Friday, June 22, 2012

Abraham Lincoln: Vampire Hunter Review

Courtesy of Twentieth Century Fox

I never thought I would say this about “Abraham Lincoln: Vampire Hunter” (an adaptation of a bestselling book by Seth Graham Smith) but if it had been longer, I think it would have been better. Early on, it was reported that the movie had a running time of about 2 hours and 45 minutes. Now, I know what you’re going to say: What? That’s way too long a running time for a movie called “Abraham Lincoln: Vampire Hunter,” and before seeing it I would have said the same thing. But if the movie had been 2 hours and 45 minutes the story would be more complete, the characters more established. Making for at least a decent semi-revisionist history film.

However, the way it is now, at a running time of 105 minutes the picture is a muddled and chaotic mess. It’s also a visual eye sore, the use of CGI is hideous. In the opening scene we get an overhead shot of a computer generated Washington D.C that looks like a cheap graphic used in a History Channel doc.

The movie begins when Lincoln is just a boy, and a vampire kills his mother because his father couldn’t pay off a debt to his ex-employer (who is also a vampire). Fast-forward several years, Lincoln is now in his young adulthood and is played by Benjamin Walker (who’s only had minor roles up to this point). Lincoln is ready for some vengeance but he doesn’t know that he’s after vampires.

That’s where Henry Sturgess (Dominic Cooper) comes in, a vampire who is mad at his fellow vampires for killing his wife. So he takes Abe under his wing and teaches him how to kill using an ax. Apparently old Abe is a natural at killing vampires. All he requires is one day of training and all he does in that day is learn how to twirl his ax (because you know, that’s an important skill in killing vampires) and chop down one tree using his built up anger.

So next thing we know he’s getting kill assignments from Henry. (On a side note: Why is it that in vampire movies other than “Twilight” the vampires, when they feed, make their faces big and decrepit looking even though they look normal to begin with? It never seems to help them.) Along the way he meets his future wife, Mary (Mary Elizabeth Winstead), his old black childhood friend Will (Anthony Mackie) and others. One of the main issues with this picture is that director Timur Beckmambetov (“Wanted”) and screenwriter Graham-Smith stuff too much into one movie. They want to show us Lincoln’s origins, how he got to be a hunter but then they also want to flash forward to when he’s in office so, they can use the civil war as an excuse for the vampires to try and take over the world. They cram two massive storylines into one film.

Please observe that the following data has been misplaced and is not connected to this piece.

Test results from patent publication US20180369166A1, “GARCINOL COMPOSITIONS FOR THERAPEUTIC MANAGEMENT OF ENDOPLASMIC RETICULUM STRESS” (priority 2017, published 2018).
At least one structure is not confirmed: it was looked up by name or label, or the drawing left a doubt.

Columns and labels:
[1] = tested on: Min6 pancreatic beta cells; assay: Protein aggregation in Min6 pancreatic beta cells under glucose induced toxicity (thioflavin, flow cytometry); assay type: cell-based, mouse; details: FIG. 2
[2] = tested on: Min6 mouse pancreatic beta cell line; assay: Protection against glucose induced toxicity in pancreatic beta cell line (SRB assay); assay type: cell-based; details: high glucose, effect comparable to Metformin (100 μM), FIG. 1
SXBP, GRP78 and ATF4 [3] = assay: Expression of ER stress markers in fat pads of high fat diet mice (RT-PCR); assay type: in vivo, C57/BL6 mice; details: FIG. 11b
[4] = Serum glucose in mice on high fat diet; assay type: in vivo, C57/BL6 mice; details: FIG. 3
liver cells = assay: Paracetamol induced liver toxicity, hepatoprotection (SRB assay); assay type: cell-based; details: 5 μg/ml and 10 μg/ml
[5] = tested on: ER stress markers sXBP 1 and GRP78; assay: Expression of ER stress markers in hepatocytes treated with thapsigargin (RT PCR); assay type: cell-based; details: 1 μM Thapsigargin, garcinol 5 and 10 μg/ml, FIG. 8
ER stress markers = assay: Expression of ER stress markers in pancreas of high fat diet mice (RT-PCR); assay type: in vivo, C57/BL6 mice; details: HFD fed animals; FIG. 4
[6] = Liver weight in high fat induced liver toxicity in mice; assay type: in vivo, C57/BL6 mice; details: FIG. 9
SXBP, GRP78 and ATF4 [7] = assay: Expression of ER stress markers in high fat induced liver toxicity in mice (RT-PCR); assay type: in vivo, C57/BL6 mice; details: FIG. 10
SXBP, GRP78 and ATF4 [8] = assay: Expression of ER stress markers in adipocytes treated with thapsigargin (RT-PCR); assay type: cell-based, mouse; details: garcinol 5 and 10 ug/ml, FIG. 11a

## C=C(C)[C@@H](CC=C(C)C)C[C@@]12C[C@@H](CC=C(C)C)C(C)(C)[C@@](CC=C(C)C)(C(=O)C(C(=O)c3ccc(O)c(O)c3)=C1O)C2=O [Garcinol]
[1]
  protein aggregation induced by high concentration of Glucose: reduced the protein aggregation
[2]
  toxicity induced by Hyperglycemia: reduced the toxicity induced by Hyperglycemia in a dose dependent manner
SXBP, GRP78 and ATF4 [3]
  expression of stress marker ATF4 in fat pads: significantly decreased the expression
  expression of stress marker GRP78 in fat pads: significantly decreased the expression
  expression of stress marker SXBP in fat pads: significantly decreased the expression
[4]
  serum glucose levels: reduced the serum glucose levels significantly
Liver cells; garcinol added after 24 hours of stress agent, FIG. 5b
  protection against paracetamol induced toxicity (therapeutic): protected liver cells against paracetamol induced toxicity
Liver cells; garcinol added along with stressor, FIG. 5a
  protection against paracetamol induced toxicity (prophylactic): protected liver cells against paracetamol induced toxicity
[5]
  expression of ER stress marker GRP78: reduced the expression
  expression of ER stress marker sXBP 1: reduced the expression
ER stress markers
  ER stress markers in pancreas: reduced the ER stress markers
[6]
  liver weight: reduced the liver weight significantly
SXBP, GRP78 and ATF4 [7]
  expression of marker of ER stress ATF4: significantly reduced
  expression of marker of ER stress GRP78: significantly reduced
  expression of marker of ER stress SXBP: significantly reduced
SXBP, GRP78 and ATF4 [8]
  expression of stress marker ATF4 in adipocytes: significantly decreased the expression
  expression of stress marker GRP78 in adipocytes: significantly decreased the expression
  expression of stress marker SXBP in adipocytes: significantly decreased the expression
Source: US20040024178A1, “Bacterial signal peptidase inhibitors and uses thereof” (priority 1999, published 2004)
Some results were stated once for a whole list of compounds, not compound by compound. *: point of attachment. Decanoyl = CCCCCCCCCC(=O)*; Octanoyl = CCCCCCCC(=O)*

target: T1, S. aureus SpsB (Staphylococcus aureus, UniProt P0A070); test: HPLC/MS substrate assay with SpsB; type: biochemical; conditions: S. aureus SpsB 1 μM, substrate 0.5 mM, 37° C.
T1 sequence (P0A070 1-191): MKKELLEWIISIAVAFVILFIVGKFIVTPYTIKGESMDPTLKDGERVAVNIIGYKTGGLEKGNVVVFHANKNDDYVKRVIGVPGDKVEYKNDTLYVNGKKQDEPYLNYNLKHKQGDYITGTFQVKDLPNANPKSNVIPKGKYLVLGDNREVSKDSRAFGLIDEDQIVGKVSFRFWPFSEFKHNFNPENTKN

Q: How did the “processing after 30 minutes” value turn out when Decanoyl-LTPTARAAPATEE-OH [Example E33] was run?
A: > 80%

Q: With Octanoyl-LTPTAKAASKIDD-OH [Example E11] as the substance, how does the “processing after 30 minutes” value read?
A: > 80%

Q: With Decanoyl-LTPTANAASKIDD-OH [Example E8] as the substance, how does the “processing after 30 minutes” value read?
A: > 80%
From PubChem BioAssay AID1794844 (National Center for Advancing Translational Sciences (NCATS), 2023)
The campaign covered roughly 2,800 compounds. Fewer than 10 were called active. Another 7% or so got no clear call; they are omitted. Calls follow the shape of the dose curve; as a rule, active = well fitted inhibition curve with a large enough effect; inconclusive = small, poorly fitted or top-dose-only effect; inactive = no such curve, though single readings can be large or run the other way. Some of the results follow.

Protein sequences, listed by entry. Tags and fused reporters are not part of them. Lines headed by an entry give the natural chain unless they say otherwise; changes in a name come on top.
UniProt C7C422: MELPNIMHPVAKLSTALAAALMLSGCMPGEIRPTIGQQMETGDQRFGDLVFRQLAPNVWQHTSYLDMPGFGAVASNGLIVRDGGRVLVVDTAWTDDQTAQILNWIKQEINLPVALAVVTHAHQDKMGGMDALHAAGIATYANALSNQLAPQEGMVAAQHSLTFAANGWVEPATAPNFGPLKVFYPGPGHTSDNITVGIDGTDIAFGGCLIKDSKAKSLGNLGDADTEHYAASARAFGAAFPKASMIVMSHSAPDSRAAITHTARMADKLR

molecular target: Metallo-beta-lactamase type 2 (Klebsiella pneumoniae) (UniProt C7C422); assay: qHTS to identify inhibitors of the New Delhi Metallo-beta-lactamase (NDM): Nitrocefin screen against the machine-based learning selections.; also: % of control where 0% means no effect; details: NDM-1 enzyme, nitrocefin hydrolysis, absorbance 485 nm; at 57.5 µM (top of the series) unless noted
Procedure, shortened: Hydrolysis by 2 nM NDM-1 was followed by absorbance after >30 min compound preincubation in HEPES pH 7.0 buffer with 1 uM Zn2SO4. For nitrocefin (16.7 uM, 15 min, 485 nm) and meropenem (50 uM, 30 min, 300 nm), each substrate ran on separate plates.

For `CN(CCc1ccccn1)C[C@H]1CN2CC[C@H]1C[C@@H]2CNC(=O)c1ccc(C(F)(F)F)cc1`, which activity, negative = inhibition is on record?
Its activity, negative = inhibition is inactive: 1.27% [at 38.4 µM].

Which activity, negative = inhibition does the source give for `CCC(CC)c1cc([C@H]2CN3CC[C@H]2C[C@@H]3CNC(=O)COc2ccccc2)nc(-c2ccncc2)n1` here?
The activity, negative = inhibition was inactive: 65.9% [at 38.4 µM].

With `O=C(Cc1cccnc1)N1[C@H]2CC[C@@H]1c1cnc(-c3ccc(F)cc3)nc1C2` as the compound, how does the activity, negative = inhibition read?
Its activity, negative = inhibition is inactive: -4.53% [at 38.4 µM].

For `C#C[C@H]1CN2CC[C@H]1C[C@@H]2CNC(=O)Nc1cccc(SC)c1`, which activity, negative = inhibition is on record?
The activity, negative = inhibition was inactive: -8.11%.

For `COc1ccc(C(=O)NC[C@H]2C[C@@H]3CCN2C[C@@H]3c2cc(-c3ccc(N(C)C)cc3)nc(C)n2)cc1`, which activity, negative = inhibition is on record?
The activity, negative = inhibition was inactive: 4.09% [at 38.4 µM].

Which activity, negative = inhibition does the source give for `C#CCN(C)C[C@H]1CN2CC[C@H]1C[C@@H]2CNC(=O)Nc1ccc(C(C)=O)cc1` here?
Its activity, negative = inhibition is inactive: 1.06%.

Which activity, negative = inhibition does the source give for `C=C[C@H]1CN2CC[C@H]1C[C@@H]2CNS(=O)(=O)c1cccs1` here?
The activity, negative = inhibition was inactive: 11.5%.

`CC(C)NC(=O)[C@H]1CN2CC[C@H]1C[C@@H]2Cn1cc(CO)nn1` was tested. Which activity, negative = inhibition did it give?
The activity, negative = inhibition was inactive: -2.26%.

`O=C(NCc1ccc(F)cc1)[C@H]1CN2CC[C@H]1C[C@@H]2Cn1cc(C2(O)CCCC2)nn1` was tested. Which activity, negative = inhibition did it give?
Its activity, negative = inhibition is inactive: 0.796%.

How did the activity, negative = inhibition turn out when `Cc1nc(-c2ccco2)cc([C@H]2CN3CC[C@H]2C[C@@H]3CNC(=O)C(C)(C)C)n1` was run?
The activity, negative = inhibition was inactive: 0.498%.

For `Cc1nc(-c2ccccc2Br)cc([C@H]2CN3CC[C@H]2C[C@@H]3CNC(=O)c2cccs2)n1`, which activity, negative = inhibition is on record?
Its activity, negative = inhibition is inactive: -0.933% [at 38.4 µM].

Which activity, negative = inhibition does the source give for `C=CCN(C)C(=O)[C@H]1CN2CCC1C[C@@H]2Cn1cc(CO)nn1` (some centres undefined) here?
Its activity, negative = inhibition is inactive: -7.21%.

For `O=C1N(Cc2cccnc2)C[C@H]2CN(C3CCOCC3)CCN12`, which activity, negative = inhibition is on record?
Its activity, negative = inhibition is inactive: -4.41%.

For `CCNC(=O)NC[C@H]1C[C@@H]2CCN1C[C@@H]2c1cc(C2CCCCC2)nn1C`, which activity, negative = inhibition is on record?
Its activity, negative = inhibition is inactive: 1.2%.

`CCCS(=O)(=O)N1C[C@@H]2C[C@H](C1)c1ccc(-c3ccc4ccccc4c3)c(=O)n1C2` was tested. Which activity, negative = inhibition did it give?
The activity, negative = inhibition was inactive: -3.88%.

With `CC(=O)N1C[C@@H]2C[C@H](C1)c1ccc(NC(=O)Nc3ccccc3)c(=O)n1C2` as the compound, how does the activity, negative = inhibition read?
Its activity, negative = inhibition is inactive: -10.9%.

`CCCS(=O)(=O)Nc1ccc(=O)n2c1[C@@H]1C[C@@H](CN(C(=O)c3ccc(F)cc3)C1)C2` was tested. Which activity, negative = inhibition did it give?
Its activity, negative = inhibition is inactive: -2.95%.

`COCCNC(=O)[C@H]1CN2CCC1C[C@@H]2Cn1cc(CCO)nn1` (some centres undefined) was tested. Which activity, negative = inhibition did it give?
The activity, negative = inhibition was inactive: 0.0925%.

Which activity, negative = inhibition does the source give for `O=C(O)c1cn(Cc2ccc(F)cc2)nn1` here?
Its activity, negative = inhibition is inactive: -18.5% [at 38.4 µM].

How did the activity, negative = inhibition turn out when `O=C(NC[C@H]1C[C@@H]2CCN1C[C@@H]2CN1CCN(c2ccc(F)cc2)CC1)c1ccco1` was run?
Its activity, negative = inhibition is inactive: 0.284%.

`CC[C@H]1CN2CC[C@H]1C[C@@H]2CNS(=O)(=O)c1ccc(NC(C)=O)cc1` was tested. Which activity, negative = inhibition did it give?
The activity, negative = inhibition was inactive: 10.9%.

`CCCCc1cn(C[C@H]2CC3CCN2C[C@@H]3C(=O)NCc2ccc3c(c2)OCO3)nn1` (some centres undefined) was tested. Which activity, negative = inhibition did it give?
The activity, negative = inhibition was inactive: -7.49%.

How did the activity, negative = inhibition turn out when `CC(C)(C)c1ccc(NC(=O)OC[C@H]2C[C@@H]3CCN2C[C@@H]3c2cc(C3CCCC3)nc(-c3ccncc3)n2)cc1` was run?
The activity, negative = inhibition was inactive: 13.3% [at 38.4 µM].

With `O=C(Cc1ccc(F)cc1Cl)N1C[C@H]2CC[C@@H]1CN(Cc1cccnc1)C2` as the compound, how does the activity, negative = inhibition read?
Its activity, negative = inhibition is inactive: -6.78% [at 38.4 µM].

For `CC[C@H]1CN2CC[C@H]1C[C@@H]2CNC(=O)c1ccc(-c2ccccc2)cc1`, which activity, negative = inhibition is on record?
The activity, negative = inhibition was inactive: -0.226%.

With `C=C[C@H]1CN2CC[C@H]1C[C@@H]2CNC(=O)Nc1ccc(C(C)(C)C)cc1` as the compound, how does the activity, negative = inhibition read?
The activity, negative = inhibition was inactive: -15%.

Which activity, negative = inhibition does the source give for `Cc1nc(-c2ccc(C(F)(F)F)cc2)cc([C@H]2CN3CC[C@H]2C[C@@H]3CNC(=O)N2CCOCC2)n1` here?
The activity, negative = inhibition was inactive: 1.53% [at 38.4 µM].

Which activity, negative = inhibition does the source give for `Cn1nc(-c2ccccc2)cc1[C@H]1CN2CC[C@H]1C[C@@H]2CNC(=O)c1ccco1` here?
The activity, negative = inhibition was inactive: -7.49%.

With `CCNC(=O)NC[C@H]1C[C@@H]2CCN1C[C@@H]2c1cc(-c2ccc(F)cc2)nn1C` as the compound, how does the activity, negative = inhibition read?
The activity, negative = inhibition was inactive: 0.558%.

The truth is, that this project was always going to have to fight an uphill battle. As good as the fans of Graham-Smith’s novel may think that book is, I don’t think mass audiences are going to want to see something like this. Like “John Carter” it’s not a well known subject or franchise. In that regard, I give Beckmambetov some credit for taking a chance. What he could have done with this material is make it more tongue in cheek and ham up the violence, so at the very least it could be a gory, entertaining guilty pleasure, much in the way Robert Rodriguez’s “Machete” was in 2010.

But “Abe Lincoln” wants to be taken seriously, for the most part. It wants us to believe that Lincoln was a vampire hunter and that he lost his mother and then young son. And that’s where the major problem lies. I don’t care if this is a made up story, the thought of Honest Abe taking an ax to a vampire’s head is something that’s extremely difficult to take seriously. Now, if the movie had been 2 hours and 45 minutes then Lincoln’s character would be more established. His struggle would be better defined. Therefore—within these boundaries—his motives for killing would be more believable. Beckmambetov could show more of Lincoln’s training, show more of Henry helping Lincoln use his built up anger to his advantage. Unfortunately, the way it is now, the story is too rushed and the characters are too thin to be taken for anything except parody or very light drama.

On top of that the movie isn’t one bit creative or exciting in its action. In “Machete,” Machete grabbed a man’s intestine out of his stomach and used it as a rope. In “Abe Lincoln” there’s no such creativity with any of the vampire killings. They’re stuck in the “Sherlock Holmes” (the Guy Richie remakes) school of slow motion fight scenes, which is cool the first time it’s used but Beckmambetov uses it every time to the point where it becomes repetitive real fast.

Walker, Cooper and the other actors do the best with what they have but it’s clear that this movie doesn’t really depend on actors…or well rounded characters for that matter. Beckmambetov and crew only seem to care about the action and moving the story along. I guess they thought Abe Lincoln would speak for himself. But with a story as ridiculous as this, having a guy strap on a beard and top hat and doing some cliché Lincoln stuff isn’t enough character development.


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